My hobbies, besides reading, are knitting, embroidery and the martial art, aikido.

I’m the family DM when we play Dungeons and Dragons with our sons. Yes, we bred our own next-generation gamers.
My track record with killing house plants is roughly on a par with a ghost in the TV series ‘Supernatural’. I do okay with gardens though. 

2. What was the first thing you had published?

If that means ‘in print, for other people to read’, a poem in my secondary school’s magazine in (I think) 1977. It was called ‘Looking at a Painting’, and contrasted a grandmother imagining all sorts of stories based on what she is seeing, with a teenager thinking being an adult requires a very different response. I wonder if I still have a copy of it anywhere...

If that means ‘in print and paid for’ that would be my first novel, The Thief’s Gamble. Long form is my natural writing length so I didn’t take the short-story route to a writing career. 

3. Which piece of writing are you proudest of?

Oh come on, that’s like asking me which is my favourite son! I’m proud about different things which I’ve achieved in different pieces of writing but to ask me to rate them in any kind of order? Not a chance.

Something I’ve done which I’m proud of which I’d like more people to be aware of? The Chronicles of the Lescari Revolution trilogy. 

I aimed to really and thoroughly overturn preconceptions about epic fantasy being consolatory and conservative, advocating ‘the return of the king’ and all that. This is the story of what happens when the ordinary people have had enough of being run over roughshod by the ambitions of princes and wizards...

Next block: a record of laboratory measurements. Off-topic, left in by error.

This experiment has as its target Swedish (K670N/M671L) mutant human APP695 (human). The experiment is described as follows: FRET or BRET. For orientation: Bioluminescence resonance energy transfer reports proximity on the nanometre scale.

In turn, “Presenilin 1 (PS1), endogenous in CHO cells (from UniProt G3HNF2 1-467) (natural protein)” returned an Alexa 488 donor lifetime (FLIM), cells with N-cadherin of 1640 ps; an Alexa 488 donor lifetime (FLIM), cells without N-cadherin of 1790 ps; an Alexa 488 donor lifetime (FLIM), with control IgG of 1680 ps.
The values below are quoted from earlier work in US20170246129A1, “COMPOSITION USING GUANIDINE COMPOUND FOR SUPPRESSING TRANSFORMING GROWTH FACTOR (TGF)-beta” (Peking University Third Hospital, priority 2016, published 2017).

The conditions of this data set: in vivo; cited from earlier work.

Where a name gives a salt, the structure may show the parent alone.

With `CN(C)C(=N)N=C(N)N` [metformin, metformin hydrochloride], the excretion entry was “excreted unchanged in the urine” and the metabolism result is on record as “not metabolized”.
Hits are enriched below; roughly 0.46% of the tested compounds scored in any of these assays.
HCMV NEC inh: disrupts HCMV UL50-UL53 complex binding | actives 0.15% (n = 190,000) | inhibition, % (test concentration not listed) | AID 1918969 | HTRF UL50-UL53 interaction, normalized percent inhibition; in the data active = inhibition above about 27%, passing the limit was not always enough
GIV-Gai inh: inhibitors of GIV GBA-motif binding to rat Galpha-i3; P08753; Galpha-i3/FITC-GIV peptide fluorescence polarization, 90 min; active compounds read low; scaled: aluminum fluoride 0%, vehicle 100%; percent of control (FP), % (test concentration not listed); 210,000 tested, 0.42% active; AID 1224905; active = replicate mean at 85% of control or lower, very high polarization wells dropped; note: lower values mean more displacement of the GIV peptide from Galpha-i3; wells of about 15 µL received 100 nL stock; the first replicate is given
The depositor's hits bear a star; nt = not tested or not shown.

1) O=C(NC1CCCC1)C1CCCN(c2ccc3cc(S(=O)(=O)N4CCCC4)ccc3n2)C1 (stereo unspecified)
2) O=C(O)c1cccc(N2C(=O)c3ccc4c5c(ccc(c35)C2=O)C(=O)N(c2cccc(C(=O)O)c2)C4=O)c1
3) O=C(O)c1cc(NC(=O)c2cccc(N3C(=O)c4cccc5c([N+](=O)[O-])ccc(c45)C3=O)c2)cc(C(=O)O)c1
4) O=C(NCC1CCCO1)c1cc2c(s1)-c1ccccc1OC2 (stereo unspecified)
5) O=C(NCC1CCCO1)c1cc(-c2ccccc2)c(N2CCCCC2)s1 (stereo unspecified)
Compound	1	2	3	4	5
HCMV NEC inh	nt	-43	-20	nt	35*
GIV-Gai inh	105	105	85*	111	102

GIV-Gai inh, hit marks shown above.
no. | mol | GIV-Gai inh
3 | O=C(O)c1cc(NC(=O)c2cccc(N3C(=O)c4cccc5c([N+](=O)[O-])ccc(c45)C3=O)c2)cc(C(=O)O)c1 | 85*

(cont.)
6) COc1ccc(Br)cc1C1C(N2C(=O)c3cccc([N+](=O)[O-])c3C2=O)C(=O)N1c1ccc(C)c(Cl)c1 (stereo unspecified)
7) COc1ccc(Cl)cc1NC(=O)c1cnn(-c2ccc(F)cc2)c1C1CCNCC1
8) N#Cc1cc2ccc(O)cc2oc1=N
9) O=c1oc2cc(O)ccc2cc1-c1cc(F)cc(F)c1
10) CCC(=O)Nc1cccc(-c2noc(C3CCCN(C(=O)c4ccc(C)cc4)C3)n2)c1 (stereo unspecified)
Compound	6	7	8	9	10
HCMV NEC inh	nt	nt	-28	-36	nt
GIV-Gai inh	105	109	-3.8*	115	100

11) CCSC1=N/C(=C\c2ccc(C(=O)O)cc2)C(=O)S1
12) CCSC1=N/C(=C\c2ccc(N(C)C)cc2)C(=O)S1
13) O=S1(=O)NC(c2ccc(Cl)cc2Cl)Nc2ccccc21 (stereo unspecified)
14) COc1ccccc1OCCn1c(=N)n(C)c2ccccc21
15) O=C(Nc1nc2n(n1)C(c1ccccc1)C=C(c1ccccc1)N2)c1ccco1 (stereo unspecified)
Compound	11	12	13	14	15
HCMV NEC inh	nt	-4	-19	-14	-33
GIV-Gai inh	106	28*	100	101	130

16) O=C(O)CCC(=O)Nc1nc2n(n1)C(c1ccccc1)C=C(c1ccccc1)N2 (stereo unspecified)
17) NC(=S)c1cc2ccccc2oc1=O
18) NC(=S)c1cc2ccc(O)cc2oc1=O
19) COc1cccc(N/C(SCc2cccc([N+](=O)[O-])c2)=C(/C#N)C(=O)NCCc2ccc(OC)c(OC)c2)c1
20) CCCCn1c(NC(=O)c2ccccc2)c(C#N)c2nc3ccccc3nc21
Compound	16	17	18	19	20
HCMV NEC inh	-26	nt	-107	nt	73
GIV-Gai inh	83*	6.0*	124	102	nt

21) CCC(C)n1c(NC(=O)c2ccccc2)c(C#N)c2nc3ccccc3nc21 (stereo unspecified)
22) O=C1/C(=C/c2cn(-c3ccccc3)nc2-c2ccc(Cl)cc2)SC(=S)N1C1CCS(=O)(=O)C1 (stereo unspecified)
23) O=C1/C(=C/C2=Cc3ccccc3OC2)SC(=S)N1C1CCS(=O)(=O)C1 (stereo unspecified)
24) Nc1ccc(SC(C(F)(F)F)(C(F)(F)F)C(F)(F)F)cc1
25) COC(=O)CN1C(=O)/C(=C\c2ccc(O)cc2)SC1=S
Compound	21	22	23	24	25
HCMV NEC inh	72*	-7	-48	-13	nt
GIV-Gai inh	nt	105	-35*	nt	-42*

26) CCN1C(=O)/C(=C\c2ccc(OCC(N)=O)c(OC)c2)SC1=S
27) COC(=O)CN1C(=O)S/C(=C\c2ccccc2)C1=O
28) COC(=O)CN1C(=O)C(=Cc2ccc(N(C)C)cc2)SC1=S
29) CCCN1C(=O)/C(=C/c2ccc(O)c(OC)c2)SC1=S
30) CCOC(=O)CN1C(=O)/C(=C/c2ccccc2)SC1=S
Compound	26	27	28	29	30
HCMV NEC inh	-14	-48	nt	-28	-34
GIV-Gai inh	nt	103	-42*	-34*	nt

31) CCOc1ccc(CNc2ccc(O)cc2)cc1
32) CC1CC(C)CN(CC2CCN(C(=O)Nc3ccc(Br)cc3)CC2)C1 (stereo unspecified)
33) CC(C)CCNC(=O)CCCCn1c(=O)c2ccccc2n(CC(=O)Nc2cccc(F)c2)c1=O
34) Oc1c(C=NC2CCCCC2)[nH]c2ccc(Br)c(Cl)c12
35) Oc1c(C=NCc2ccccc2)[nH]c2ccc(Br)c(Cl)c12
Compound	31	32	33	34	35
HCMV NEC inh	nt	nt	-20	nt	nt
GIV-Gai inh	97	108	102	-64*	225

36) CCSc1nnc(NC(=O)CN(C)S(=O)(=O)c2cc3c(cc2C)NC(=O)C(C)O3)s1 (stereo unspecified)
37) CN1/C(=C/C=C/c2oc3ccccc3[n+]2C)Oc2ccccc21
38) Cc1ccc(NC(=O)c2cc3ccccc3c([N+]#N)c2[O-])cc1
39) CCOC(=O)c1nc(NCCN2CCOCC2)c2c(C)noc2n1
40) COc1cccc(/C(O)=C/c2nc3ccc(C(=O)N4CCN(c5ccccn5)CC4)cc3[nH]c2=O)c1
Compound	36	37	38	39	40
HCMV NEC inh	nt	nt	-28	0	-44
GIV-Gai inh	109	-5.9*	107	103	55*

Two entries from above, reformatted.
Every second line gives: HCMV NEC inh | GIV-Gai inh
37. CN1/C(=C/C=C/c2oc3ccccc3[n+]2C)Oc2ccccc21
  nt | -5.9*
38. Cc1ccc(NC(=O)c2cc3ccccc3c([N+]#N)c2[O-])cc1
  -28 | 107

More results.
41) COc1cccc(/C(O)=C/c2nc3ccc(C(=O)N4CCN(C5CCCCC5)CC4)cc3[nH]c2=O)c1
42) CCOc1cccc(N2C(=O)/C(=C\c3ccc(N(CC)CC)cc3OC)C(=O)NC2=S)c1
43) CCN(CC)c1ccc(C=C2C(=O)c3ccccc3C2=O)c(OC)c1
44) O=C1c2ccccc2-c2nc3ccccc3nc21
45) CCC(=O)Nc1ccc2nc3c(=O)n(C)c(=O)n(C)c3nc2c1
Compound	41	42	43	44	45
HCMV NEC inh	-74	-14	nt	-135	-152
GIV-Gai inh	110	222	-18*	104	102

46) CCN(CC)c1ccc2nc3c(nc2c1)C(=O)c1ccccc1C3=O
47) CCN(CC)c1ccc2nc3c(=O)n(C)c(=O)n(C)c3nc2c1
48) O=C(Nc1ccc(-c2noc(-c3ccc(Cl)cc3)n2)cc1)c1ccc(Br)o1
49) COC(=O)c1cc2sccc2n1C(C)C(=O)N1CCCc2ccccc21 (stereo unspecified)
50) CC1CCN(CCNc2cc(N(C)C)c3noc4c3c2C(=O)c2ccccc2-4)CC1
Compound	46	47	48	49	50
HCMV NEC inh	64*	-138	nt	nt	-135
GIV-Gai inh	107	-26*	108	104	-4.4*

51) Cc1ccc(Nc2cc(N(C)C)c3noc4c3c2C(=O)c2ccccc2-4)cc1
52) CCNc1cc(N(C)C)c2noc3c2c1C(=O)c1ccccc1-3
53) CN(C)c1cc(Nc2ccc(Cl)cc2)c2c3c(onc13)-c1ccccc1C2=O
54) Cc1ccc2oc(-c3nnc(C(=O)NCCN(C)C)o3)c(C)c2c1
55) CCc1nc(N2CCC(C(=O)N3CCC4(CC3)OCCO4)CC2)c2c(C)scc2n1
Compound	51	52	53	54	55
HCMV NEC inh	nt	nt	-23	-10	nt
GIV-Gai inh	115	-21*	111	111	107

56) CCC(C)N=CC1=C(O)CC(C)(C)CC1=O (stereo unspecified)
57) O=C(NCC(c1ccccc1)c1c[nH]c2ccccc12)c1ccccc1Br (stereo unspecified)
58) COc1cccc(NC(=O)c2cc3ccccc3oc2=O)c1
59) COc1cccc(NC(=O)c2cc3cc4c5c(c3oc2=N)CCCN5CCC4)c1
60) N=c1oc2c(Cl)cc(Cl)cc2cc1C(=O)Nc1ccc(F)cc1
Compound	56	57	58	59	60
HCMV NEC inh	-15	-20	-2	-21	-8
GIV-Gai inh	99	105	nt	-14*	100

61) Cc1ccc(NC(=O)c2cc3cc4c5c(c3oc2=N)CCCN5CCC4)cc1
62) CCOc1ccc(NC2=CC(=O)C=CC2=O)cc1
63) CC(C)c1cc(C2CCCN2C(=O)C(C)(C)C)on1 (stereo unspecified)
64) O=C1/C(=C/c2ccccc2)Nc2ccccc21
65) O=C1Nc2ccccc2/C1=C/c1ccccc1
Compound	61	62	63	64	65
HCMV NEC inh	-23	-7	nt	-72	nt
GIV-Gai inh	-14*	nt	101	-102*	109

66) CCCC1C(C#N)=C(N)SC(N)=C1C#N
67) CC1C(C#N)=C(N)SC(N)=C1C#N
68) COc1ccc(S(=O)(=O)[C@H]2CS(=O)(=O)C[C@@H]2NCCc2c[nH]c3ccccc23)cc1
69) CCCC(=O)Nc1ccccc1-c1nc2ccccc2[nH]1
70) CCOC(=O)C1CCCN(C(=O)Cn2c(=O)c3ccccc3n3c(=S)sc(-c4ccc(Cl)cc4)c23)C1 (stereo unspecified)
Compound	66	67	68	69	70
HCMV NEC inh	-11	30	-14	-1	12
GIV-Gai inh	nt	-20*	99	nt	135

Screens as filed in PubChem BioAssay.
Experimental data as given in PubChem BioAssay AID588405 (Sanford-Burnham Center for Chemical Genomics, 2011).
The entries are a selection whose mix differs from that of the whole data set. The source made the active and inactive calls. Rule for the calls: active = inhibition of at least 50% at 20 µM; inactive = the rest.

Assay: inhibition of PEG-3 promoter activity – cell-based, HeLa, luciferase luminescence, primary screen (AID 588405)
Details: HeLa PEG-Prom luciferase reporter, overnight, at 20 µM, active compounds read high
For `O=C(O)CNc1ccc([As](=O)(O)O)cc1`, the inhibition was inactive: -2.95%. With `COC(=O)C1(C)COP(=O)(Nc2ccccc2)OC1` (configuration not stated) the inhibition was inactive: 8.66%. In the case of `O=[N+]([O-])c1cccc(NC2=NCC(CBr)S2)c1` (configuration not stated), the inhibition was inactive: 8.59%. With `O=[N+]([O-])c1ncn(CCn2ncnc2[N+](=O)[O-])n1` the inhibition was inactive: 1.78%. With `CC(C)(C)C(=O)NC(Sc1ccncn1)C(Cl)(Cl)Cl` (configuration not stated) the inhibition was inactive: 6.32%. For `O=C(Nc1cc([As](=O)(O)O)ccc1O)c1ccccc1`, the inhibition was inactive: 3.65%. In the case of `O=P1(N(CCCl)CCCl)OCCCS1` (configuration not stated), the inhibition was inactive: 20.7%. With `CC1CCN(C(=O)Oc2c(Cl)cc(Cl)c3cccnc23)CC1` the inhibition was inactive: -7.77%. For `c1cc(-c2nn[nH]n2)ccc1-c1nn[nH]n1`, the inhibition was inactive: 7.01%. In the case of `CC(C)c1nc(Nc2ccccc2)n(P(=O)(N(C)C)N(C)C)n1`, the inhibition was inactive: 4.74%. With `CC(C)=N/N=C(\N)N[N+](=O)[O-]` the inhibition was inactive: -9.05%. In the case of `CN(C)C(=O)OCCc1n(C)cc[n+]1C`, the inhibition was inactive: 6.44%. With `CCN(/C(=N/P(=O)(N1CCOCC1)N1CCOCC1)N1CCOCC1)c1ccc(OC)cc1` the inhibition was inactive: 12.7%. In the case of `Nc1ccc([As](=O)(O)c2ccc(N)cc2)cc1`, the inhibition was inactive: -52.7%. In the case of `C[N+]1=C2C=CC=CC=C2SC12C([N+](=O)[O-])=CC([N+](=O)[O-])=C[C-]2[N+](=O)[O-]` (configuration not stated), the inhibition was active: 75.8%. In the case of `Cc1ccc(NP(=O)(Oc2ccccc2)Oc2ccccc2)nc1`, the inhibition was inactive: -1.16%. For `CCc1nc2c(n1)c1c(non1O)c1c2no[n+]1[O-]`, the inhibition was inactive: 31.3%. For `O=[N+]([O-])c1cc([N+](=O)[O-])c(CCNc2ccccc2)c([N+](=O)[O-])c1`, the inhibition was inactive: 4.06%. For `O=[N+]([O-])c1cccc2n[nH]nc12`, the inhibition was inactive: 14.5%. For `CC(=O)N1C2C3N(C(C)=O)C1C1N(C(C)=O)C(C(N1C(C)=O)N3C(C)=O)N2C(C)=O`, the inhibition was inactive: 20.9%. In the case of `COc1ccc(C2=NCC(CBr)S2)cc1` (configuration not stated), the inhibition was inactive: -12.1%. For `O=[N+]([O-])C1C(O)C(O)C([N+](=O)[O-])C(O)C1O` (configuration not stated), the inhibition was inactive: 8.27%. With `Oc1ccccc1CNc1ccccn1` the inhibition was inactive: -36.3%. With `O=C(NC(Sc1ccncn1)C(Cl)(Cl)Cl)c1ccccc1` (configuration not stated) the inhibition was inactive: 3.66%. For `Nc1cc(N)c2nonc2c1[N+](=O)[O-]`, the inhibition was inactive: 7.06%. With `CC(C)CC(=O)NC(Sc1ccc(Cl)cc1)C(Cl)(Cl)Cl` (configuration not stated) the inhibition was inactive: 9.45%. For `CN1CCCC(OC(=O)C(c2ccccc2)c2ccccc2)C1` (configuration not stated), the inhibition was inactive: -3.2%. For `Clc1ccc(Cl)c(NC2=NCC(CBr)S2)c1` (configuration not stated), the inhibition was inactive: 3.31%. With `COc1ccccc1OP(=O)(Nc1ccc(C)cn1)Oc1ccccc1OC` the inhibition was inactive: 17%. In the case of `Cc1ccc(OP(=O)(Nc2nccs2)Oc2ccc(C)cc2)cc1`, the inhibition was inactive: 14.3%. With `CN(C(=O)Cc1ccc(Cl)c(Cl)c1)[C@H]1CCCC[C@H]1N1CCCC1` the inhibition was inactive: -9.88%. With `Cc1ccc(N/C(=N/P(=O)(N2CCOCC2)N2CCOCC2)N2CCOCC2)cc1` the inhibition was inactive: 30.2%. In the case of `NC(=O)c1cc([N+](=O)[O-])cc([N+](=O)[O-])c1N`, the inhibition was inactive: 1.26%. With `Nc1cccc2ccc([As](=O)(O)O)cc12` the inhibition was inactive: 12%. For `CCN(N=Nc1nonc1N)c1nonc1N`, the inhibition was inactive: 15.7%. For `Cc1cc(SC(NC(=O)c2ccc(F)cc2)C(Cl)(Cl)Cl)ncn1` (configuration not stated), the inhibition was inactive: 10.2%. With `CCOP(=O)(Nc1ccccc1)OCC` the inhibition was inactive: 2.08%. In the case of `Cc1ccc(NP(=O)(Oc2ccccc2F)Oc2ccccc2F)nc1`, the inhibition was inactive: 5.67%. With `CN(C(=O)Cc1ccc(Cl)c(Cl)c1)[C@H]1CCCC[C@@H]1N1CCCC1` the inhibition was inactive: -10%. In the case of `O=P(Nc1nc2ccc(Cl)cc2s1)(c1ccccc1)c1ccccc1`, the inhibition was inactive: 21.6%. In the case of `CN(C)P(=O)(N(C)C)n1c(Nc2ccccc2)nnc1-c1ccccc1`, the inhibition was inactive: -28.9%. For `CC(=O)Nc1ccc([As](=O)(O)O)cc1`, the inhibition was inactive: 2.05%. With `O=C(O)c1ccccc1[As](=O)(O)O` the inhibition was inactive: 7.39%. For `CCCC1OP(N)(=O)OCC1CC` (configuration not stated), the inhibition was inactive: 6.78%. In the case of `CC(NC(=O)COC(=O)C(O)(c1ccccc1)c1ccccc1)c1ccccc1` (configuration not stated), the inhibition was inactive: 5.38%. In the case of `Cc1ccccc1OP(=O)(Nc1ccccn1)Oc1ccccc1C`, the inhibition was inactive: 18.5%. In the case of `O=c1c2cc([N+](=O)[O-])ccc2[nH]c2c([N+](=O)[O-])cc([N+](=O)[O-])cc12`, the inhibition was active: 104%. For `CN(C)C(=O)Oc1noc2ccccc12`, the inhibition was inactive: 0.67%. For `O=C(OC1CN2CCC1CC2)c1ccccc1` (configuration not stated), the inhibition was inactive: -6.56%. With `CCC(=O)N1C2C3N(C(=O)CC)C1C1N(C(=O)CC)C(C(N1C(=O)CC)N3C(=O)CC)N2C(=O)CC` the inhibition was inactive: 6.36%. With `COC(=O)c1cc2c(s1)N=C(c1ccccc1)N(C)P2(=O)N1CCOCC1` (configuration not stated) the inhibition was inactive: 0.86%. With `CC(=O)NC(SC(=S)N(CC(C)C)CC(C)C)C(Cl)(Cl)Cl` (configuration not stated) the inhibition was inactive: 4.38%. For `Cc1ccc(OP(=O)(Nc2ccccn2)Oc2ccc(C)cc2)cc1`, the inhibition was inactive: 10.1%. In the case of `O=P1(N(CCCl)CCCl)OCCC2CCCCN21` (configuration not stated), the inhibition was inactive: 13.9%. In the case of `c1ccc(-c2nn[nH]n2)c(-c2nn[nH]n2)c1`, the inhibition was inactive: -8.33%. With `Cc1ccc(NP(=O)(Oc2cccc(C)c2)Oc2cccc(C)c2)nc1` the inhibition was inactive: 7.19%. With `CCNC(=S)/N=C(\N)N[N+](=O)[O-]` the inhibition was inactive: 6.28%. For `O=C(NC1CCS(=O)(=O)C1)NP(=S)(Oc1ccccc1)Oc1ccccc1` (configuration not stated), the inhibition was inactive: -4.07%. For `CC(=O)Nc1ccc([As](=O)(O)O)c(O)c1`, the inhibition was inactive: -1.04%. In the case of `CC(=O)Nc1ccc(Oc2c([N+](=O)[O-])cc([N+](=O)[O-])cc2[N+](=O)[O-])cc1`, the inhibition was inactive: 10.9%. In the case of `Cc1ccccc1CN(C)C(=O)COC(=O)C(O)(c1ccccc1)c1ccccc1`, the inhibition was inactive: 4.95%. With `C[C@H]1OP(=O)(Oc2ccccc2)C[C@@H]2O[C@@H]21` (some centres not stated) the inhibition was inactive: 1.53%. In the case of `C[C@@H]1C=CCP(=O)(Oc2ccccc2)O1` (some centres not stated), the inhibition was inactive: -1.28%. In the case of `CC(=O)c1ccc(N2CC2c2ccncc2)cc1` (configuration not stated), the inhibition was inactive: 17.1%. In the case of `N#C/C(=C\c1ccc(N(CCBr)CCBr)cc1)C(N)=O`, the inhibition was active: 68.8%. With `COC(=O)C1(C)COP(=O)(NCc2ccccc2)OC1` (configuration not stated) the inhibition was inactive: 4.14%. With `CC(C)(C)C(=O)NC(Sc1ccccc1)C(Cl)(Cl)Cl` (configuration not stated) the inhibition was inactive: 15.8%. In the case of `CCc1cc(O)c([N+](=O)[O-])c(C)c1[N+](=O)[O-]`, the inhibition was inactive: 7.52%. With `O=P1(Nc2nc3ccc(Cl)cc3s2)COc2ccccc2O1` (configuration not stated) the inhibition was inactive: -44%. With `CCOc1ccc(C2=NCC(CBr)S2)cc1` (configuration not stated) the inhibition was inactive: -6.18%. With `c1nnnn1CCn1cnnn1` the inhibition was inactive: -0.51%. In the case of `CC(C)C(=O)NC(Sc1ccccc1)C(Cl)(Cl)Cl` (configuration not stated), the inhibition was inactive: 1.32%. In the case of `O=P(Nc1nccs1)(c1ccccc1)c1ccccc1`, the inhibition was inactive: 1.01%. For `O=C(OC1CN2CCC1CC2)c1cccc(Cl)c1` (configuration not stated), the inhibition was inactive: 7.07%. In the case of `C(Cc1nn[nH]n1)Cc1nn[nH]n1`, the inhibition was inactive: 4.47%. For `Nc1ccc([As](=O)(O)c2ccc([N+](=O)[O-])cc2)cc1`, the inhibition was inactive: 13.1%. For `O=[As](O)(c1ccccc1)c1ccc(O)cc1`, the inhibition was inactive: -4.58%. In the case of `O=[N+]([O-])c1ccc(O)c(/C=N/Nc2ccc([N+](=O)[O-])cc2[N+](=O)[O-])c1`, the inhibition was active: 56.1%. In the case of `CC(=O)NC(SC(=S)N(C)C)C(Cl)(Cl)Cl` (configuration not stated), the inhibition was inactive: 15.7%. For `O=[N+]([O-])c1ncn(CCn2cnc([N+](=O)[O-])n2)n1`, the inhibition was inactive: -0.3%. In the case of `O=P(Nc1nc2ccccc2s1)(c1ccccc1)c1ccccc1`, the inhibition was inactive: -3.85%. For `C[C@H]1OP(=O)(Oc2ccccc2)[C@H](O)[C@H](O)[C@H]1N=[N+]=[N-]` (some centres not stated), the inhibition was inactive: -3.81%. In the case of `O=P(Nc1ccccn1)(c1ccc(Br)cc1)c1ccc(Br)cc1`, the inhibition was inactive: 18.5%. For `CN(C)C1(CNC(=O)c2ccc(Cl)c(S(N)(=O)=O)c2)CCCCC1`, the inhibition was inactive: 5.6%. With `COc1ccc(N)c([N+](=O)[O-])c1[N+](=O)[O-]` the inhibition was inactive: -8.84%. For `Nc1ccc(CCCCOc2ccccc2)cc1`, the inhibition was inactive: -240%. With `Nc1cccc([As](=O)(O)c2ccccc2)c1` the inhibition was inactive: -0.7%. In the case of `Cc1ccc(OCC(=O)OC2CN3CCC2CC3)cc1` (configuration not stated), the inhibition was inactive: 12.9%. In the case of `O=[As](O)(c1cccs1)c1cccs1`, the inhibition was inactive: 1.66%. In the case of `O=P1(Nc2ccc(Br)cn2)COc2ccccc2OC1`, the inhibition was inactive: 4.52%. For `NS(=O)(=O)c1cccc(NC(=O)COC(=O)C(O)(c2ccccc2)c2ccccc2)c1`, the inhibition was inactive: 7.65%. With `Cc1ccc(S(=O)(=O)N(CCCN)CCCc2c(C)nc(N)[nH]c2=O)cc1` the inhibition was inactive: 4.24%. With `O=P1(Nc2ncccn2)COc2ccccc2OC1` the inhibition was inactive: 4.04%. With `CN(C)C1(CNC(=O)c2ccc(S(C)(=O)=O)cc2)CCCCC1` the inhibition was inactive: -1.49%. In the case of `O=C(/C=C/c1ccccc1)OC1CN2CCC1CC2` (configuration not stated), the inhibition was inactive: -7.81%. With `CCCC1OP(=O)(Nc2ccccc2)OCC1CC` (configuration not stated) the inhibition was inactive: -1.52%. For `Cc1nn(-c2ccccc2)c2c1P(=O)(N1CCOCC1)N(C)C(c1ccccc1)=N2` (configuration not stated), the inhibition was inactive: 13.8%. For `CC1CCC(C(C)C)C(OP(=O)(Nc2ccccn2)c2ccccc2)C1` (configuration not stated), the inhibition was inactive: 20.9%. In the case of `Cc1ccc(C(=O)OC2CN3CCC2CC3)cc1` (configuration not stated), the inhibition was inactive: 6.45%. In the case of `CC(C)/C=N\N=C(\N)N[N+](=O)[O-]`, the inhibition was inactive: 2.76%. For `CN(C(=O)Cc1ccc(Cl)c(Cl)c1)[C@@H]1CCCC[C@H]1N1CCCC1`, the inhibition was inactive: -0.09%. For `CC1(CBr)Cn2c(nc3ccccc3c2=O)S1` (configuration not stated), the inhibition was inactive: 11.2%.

4. …and which makes you cringe?

That, alas, is easy. In my first book someone sees people climbing cliffs and confidently states they’re gathering seabirds’ eggs to eat. Er, sorry, no, not at that (clearly stated in the text) time of year, they’re not. So my excuse, after the fact, is the speaker is a city girl and knows next to nothing about ornithology!

5. What’s a normal writing day like?

Get up around 7 am, have breakfast, sort whatever domestic administrivia can’t be avoided. Once or twice a week, head out for a session at the gym.


Once I’m at my desk, I fire up the computer, check social media stuff, check email, deal with whatever might arise from those – as quickly and efficiently as possible.

Open up the Work in Progress and review what I wrote last time. Tweak and tidy up as I go, doing bits of line editing, that kind of thing. Not starting any substantive rewrite unless I’ve had some nightmare realisation about a major problem while I was in the shower.

Check my notes about what I’m writing. I’m very much a planner and outliner, so there’ll be a notebook beside my keyboard with the overall idea set out plus additional pencil scribbles, arrows, stars, bits circled, as my thoughts develop or change as the actual writing unfolds.

Crack on with the wordsmithing until midday/one o’clockish when I break for lunch –usually watching some bit of telly. That can be anything from a SF/fantasy serial to a historical documentary to a US drama like The Good Wife or Nashville.